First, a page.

As countries face critical choices in their energy strategies, amid heightened geopolitical tension and a rapidly warming climate, governments must ensure that energy security policies are compatible with net-zero scenarios mapped out by the International Energy Agency (IEA) or the Intergovernmental Panel on Climate Change (IPCC).
As confirmed by the latest IPCC Working Group III report on climate solutions, the world is still heading for an excess of fossil fuel-based energy use that will vastly exceed the carbon budget needed to meet the 1.5C Paris Agreement goal. This trend must be halted.
Choices made by policymakers now must not delay the longer-term adjustments that are needed for energy markets and infrastructure to align with the Paris Agreement and reach net-zero emissions, by 2050 at the latest.
Specifically, the development of new fossil fuel reserves will create lock-ins and stranded assets at an enormous opportunity cost. Among other things, governments must now rule out locking in long-term fossil fuel subsidies, which run contrary to net-zero policies and exacerbate market distortions.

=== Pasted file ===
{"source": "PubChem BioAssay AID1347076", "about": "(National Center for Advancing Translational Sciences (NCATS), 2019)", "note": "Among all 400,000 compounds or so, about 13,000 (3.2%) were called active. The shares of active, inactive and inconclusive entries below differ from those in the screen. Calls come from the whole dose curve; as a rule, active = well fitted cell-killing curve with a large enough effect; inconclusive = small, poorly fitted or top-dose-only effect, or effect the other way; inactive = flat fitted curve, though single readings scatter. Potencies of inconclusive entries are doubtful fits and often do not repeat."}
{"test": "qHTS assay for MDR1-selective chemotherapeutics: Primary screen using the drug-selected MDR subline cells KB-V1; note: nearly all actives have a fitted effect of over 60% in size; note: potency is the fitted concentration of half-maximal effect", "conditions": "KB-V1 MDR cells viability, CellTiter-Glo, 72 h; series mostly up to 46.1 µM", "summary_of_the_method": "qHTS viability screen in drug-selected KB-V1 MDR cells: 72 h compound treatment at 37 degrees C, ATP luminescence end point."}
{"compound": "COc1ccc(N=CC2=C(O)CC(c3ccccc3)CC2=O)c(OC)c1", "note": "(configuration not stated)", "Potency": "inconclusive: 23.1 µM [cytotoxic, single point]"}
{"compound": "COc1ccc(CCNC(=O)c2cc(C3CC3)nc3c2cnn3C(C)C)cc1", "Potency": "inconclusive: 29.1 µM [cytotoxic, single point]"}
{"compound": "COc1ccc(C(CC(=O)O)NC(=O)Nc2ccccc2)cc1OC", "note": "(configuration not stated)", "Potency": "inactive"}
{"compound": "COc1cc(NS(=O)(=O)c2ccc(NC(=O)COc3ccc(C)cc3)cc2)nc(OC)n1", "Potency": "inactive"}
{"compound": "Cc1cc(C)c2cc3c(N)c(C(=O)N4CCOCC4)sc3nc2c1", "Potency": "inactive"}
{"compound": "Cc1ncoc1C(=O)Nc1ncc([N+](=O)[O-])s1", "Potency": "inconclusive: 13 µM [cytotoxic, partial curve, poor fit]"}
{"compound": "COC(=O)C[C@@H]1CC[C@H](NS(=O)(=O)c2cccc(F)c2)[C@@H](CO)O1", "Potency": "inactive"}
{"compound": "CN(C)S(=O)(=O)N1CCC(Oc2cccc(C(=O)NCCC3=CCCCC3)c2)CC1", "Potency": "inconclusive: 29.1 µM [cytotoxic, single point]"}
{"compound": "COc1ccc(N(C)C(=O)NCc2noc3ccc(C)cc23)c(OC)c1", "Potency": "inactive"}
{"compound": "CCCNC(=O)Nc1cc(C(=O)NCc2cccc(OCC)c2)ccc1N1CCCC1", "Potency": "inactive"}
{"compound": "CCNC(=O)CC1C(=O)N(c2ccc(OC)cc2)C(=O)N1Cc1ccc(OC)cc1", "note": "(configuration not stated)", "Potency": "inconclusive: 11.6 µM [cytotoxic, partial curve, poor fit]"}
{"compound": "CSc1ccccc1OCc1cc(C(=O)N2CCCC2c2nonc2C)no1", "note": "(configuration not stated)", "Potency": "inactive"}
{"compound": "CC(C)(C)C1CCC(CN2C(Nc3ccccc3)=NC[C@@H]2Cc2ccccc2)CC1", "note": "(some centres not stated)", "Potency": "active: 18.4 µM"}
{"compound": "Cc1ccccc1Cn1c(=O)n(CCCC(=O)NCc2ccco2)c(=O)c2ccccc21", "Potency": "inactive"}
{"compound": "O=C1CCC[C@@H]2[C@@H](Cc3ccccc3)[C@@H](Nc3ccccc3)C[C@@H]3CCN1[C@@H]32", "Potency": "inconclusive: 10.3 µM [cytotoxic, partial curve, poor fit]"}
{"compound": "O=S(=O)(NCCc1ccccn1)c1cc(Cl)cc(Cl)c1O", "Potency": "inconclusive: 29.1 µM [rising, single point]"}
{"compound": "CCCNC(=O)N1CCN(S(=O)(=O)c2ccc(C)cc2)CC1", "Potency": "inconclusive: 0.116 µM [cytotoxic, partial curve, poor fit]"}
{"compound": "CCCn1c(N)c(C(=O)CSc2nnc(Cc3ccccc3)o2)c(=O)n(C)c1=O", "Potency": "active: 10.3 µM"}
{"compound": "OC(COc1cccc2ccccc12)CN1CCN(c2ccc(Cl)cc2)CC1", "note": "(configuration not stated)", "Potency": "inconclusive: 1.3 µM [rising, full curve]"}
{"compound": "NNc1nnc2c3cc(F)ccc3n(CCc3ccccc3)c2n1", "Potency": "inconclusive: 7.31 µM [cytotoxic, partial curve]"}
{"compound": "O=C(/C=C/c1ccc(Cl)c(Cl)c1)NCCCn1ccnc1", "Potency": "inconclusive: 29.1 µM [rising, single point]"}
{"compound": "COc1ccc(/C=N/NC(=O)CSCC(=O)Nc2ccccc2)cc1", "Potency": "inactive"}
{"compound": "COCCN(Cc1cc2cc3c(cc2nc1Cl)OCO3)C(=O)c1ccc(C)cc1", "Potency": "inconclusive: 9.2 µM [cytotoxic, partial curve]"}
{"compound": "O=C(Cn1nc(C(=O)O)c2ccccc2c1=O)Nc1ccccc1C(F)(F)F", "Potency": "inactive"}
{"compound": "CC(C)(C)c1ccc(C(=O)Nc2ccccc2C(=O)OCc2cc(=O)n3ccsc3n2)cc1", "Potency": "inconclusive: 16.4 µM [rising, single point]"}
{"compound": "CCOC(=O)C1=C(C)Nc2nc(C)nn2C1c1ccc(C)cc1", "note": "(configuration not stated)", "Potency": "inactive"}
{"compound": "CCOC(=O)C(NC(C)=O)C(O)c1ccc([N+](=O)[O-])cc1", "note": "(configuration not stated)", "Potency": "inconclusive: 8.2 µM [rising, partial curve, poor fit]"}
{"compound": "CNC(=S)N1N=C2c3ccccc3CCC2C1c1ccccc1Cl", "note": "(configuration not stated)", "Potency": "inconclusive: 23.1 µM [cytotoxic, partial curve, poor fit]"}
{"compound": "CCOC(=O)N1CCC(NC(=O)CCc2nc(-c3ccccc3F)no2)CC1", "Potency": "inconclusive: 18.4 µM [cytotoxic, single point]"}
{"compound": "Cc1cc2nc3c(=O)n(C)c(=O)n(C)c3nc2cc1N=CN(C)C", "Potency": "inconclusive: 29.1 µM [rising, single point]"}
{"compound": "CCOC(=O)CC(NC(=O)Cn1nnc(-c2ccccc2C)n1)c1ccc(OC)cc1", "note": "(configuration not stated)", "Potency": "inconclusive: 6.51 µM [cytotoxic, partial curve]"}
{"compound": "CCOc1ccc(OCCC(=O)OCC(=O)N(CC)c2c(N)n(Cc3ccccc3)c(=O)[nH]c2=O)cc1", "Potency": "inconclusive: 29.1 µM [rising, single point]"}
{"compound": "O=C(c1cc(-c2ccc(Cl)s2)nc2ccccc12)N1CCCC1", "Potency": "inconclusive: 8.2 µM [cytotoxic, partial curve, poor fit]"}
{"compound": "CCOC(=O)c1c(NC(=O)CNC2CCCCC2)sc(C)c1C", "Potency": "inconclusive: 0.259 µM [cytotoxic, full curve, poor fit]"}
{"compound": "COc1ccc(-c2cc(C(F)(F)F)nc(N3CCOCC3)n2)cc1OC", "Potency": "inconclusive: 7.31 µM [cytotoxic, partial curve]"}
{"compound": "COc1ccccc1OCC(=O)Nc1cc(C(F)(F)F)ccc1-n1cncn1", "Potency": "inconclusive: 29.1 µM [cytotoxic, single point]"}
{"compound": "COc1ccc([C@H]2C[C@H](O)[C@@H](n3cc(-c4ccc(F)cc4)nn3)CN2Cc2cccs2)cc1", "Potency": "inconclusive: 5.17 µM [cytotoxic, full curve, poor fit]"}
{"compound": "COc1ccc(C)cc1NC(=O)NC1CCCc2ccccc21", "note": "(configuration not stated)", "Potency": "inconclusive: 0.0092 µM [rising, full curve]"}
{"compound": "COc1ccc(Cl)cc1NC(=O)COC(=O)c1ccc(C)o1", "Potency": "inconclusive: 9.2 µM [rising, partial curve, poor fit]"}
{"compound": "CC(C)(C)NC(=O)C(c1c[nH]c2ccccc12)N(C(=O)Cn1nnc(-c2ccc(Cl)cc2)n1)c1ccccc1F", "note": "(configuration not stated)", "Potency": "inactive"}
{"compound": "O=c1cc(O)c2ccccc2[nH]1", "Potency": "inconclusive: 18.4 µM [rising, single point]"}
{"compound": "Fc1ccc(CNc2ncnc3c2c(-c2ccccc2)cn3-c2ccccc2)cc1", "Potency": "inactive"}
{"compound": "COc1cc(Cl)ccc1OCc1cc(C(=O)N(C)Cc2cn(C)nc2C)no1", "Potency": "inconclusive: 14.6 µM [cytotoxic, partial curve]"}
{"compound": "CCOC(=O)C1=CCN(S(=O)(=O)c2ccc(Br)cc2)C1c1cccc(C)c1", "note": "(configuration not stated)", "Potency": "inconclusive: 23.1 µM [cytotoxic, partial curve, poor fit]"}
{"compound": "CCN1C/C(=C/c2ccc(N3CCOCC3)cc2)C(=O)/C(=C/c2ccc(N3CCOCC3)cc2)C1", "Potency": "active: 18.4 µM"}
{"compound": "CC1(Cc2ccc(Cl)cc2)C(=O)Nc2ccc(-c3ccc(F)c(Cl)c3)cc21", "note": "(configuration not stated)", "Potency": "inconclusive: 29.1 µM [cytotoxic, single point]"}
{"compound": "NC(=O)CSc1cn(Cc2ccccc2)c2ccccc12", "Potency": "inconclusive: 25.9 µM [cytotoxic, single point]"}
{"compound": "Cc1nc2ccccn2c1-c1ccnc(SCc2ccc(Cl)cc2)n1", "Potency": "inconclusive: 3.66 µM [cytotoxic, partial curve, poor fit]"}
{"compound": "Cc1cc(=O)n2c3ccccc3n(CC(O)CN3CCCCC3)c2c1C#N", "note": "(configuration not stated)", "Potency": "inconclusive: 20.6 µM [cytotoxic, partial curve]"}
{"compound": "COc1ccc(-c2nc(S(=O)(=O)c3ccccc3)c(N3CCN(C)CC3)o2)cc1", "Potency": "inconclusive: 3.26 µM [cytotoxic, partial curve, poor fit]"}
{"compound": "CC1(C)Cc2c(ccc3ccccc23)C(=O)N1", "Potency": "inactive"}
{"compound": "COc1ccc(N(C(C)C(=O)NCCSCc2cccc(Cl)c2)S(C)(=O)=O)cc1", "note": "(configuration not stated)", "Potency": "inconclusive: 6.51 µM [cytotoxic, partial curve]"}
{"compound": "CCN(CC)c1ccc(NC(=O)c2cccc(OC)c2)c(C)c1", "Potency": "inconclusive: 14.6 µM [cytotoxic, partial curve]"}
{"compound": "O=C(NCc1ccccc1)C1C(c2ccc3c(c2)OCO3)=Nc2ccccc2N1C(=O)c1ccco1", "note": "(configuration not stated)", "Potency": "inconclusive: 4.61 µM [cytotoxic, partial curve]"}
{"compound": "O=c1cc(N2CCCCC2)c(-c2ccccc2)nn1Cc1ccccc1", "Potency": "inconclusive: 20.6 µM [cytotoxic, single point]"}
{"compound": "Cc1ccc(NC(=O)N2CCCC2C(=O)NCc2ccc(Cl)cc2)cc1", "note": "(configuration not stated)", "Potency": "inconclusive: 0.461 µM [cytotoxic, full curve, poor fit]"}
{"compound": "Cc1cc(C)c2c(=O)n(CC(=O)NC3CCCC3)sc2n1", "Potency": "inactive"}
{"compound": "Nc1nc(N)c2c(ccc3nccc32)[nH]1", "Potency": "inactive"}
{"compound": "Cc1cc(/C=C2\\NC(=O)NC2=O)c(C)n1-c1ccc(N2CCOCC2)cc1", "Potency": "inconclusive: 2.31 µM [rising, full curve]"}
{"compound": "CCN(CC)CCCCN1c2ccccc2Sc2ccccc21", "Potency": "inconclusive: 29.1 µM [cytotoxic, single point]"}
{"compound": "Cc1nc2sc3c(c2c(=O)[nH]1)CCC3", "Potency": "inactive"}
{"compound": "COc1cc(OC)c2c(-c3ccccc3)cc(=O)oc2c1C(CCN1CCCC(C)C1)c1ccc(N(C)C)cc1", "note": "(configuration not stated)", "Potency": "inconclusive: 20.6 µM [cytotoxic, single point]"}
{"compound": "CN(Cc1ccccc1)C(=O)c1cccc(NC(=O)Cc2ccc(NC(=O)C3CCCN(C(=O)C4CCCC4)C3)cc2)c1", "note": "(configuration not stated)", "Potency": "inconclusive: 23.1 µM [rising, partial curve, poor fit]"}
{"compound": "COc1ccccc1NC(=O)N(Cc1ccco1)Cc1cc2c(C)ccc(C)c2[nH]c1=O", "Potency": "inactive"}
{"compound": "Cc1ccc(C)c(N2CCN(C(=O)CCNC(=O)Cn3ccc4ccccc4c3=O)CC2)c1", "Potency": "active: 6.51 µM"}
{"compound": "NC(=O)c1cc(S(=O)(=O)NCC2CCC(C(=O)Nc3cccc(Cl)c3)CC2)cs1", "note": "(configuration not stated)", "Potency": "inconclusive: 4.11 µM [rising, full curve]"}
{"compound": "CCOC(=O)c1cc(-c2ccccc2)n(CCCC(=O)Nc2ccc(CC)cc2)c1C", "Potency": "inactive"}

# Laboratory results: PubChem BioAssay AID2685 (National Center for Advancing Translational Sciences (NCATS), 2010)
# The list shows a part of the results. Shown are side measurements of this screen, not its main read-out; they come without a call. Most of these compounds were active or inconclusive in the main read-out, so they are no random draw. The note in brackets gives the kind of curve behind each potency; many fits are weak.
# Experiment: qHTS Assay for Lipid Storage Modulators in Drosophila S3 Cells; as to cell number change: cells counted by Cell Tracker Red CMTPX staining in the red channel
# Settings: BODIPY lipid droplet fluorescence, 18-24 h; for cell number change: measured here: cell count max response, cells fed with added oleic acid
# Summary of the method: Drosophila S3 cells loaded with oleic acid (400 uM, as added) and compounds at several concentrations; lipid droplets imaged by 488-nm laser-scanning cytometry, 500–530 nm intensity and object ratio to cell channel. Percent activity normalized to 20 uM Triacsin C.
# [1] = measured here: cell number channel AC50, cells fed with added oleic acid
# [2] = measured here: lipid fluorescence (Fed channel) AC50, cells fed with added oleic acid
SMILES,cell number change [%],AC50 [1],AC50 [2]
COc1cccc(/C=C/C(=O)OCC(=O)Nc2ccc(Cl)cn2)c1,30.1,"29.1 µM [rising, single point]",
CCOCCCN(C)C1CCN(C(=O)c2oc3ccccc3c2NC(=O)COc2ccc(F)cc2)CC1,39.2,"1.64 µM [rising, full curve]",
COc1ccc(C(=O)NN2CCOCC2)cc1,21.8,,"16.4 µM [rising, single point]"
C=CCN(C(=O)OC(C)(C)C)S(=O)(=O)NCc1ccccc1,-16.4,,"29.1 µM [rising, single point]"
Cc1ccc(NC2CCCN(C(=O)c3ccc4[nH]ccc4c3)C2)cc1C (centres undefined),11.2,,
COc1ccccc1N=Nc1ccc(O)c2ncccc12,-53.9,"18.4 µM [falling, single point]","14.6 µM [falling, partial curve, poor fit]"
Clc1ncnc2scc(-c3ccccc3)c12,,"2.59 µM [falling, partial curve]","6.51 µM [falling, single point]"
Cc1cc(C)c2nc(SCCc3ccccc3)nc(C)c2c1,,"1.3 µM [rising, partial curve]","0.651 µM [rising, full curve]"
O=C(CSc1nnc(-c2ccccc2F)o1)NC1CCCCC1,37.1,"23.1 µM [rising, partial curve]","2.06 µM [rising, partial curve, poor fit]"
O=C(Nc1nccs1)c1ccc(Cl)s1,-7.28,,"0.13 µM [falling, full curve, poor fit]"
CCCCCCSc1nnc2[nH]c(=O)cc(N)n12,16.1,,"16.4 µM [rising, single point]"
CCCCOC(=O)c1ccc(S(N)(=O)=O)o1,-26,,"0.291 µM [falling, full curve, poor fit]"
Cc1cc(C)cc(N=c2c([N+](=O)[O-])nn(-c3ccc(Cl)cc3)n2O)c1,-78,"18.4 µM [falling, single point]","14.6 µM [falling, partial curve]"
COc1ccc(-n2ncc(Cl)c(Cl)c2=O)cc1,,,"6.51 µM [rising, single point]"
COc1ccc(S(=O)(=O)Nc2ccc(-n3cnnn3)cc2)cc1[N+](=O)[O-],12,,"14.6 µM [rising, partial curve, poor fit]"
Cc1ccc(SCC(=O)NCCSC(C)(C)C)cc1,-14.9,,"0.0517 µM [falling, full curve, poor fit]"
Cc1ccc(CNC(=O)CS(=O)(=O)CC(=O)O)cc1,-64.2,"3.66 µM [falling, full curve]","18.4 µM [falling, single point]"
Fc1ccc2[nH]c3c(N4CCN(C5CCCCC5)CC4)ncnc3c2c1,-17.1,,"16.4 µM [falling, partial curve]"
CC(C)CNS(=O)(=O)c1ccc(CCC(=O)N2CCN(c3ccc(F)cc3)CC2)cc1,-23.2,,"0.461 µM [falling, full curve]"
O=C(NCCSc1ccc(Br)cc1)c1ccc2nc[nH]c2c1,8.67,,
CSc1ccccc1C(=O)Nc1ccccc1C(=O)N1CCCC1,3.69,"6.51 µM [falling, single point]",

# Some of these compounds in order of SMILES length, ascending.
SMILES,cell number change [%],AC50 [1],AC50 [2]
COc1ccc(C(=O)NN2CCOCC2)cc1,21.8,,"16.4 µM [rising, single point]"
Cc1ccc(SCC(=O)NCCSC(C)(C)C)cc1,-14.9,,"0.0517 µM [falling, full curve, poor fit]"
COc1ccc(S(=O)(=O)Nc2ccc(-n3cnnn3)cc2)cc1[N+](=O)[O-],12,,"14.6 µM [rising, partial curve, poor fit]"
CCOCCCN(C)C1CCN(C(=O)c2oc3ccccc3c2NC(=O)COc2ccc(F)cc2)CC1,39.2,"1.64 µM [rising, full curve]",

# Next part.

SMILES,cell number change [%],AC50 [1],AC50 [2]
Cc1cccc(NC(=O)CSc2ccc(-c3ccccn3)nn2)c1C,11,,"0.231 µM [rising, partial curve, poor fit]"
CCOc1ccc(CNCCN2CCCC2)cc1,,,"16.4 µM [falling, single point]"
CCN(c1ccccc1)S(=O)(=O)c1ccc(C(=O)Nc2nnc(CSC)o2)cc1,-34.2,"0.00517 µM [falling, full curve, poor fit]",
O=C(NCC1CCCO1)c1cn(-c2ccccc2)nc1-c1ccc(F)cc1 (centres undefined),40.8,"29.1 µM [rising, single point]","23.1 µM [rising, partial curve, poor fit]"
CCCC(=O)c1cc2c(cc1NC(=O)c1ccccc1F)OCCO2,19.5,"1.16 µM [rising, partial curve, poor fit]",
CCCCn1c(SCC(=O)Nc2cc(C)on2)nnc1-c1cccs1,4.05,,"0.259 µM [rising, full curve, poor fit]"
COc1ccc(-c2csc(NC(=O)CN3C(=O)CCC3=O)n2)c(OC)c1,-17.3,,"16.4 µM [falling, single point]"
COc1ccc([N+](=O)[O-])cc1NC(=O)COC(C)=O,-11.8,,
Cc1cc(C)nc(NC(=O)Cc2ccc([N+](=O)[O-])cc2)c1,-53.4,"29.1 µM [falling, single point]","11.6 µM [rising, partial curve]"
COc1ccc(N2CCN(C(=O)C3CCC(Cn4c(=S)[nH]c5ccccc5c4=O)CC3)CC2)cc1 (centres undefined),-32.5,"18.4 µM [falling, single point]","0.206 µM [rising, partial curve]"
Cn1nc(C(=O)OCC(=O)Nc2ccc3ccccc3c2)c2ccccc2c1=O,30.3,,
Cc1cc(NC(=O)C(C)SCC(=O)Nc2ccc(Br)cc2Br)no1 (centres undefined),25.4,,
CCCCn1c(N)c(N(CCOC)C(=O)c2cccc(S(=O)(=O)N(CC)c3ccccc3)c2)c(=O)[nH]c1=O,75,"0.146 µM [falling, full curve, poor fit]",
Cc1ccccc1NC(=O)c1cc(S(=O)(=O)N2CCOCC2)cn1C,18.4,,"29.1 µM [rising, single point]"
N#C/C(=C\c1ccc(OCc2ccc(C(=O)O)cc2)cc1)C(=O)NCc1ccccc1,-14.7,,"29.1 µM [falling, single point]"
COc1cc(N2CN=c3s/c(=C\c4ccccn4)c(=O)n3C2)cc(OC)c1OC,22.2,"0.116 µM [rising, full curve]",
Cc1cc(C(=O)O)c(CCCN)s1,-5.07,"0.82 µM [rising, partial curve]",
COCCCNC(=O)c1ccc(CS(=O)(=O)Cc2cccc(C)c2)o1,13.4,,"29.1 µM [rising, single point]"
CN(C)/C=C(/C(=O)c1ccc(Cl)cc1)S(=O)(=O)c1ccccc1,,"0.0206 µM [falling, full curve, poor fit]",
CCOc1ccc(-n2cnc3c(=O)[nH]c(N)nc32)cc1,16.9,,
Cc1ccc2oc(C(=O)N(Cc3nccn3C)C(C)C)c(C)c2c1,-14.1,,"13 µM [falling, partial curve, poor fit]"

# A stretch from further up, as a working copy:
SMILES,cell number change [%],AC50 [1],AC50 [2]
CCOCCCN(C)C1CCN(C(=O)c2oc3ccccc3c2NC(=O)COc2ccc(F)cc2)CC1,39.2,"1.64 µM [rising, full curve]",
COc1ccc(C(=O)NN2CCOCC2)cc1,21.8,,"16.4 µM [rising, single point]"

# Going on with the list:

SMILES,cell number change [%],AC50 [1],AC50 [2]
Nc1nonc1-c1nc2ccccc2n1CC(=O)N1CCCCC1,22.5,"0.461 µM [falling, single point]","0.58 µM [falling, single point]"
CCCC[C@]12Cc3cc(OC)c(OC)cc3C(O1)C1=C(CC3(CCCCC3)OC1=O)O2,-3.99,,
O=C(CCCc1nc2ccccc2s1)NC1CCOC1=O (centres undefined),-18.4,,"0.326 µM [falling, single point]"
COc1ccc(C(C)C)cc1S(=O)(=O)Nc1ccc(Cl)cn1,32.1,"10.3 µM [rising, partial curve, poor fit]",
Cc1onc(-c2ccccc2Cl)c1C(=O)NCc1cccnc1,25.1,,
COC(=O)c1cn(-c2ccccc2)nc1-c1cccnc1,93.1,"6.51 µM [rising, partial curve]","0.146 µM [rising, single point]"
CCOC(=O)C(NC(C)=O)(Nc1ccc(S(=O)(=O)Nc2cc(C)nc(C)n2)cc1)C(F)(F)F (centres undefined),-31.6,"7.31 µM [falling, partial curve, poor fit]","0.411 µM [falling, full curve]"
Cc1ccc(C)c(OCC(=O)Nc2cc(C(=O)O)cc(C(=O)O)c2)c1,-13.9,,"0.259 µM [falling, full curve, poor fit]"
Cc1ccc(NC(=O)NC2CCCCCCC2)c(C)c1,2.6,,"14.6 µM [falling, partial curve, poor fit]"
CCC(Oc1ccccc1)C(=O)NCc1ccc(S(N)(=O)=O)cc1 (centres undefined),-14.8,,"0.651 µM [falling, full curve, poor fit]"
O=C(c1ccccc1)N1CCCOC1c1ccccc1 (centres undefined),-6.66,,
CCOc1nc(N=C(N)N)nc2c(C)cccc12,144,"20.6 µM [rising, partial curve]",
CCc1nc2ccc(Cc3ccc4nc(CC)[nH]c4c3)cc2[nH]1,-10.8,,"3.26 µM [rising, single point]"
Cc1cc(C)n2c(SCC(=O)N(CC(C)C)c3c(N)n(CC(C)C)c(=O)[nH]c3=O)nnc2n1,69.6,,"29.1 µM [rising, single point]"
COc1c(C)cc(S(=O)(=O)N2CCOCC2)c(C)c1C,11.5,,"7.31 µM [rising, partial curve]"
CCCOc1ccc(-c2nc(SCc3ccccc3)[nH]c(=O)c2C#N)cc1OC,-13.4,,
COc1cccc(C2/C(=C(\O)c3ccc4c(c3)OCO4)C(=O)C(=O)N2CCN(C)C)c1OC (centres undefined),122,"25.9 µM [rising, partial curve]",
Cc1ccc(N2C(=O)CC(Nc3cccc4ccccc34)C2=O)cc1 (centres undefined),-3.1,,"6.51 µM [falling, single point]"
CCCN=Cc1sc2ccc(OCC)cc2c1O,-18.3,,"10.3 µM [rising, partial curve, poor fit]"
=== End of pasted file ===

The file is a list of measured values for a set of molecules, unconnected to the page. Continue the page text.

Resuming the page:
In the short term, using all available energy resources – including the immediate scaling of energy efficiency – to diversify the energy supply must be a top priority for many countries, especially in Europe. In the medium to longer term, the national security argument for accelerating the net-zero transition has strengthened considerably.
The only approach that can and will lead to long-term energy security is a massive scaling of low- and zero-carbon technologies – including new, breakthrough technologies – and infrastructure.
With the IPCC noting “sustained decreases” over the last decade in the unit costs of solar energy (85%), wind energy (55%), and lithium-ion batteries (85%), these are viable steps towards energy system resilience, a greener economy, the provision of green jobs, and the protection of businesses and consumers against future price spikes in oil and gas.
”We echo the call by the UN Secretary-General António Guterres to ramp up finance to help countries adapt to rising temperatures. Here, the Net-Zero Asset Owner Alliance’s work on combining and scaling public-private finance and its call to action for asset managers to collaborate on catalyzing appropriate blended financial vehicles is supportive of the transition to a fairer net-zero world”.
UNEP will continue to engage with society to invest in climate change mitigation, adaptation, and clean technologies to ensure a just transition at an unprecedented scale. This year, the Alliance is will be publishing a position paper to consider the implications of energy insecurity and net-zero emissions for the oil and gas sectors, following up on the publication of a position on thermal coal in 2020.